University of Cambridge > Talks.cam > MRC LMB Seminar list > Mitosis and Meiosis in live mammalian cells: From genome wide RNAi profiling to homologous chromosome segregation

Mitosis and Meiosis in live mammalian cells: From genome wide RNAi profiling to homologous chromosome segregation

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Despite our exponentially growing knowledge about the human genome, we do not know all human genes required for some of the most basic functions of life such as somatic cell division. To start to fill this gap we developed a high throughput phenotypic screening platform combining potent gene silencing by RNA interference, time lapse microscopy and computational image processing. We carried out a genome-wide phenotypic profiiling of each of the 21`000 human protein-coding genes by two day live imaging of fluorescently labelled chromosomes. Quantitative phenotyping by computational image processing allowed us to identify hundreds of human genes involved in cell division (www.mitocheck.org ), which we are now studying in mechanistic detail in follow up studies using automated advanced fluorescence microscopy methods.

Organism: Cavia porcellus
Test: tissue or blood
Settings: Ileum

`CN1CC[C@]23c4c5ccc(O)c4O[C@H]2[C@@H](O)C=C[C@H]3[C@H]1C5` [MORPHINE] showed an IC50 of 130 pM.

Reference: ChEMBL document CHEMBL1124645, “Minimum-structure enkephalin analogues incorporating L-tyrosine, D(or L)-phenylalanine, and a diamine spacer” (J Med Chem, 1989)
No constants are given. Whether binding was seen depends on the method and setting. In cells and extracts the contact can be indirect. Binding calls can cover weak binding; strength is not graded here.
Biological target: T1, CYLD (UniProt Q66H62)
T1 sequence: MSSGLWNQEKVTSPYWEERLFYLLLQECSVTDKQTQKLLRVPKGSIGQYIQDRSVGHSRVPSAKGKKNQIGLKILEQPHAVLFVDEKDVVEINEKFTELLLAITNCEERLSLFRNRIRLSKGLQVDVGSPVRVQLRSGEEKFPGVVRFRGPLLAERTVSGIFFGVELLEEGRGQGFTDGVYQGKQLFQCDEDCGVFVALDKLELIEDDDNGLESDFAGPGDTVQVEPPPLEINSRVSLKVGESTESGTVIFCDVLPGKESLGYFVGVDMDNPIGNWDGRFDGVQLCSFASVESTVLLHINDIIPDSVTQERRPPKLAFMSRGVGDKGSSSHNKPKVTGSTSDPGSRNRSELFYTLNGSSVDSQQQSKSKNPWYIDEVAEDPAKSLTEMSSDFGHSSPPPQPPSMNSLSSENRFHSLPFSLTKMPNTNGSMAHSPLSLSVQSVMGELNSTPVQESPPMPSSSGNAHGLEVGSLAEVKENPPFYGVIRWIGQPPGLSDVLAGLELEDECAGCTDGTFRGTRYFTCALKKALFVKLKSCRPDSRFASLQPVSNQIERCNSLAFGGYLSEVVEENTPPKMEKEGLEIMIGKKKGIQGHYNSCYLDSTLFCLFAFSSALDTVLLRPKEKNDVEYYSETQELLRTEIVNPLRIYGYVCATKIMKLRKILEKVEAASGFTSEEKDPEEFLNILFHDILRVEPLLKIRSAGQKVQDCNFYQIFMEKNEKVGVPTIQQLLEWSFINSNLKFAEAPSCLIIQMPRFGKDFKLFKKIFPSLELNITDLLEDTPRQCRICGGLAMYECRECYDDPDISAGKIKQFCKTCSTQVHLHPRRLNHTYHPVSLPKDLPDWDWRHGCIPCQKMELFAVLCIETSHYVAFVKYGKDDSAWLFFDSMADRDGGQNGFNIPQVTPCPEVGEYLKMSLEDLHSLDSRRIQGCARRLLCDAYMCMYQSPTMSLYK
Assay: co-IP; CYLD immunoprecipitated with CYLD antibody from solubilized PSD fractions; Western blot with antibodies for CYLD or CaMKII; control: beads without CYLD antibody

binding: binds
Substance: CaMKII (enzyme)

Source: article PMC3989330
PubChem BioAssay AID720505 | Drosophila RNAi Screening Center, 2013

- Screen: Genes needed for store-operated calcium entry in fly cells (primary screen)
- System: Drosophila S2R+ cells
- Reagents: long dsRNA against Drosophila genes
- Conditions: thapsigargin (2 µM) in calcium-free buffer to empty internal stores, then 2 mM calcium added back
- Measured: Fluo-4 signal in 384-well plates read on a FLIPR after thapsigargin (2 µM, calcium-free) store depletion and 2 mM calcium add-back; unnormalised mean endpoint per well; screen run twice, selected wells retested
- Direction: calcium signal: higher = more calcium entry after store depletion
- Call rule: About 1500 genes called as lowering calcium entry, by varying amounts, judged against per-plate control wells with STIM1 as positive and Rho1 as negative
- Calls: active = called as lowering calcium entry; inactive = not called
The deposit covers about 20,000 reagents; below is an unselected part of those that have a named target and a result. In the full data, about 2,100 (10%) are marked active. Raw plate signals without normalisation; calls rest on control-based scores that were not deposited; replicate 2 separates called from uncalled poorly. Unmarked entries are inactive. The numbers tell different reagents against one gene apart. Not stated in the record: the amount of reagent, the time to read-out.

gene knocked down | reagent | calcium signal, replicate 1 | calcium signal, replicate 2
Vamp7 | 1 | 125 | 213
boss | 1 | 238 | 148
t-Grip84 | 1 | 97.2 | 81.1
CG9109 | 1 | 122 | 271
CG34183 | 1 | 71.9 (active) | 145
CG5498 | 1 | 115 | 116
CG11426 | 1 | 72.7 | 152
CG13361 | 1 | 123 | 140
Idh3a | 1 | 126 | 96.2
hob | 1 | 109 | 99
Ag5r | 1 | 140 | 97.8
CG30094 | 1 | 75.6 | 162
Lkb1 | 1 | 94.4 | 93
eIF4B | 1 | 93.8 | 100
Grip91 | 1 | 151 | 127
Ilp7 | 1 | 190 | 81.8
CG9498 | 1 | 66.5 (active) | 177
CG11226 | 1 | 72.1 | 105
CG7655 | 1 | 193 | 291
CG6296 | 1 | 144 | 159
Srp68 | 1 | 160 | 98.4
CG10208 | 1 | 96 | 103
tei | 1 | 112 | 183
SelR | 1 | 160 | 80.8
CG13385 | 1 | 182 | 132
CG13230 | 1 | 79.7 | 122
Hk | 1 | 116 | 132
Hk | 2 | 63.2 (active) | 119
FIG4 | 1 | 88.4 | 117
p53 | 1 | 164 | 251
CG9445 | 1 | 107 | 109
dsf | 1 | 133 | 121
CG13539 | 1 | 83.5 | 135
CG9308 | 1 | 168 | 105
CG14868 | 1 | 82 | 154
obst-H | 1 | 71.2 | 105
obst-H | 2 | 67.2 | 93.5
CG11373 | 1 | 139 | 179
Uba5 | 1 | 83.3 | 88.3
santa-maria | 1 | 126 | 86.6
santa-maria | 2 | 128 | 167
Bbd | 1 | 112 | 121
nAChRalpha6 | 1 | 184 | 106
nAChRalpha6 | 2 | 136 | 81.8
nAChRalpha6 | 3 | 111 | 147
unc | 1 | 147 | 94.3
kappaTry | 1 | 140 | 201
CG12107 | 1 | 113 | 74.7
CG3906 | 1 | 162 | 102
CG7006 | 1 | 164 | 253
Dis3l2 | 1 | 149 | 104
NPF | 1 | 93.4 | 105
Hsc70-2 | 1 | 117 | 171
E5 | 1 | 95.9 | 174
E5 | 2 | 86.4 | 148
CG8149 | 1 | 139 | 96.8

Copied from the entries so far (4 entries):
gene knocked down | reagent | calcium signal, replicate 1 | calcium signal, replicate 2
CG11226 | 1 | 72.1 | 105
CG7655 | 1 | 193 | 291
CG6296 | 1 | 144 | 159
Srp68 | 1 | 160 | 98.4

Even more than the molecular mechanisms of mitosis, many questions about the segregation of homologous chromosomes during the formation of germ cells remain open. To study this process, we have established complete kinetochore tracking by high resolution 4D imaging of the first meiotic division in mouse oocytes. Quantitative analysis of this data reveals the highly error prone nature of mammalian homologous chromosome biorientation that may provide a possible mechanistic explanation for the high incidence of chromosome aneuploidies in mammalian eggs.

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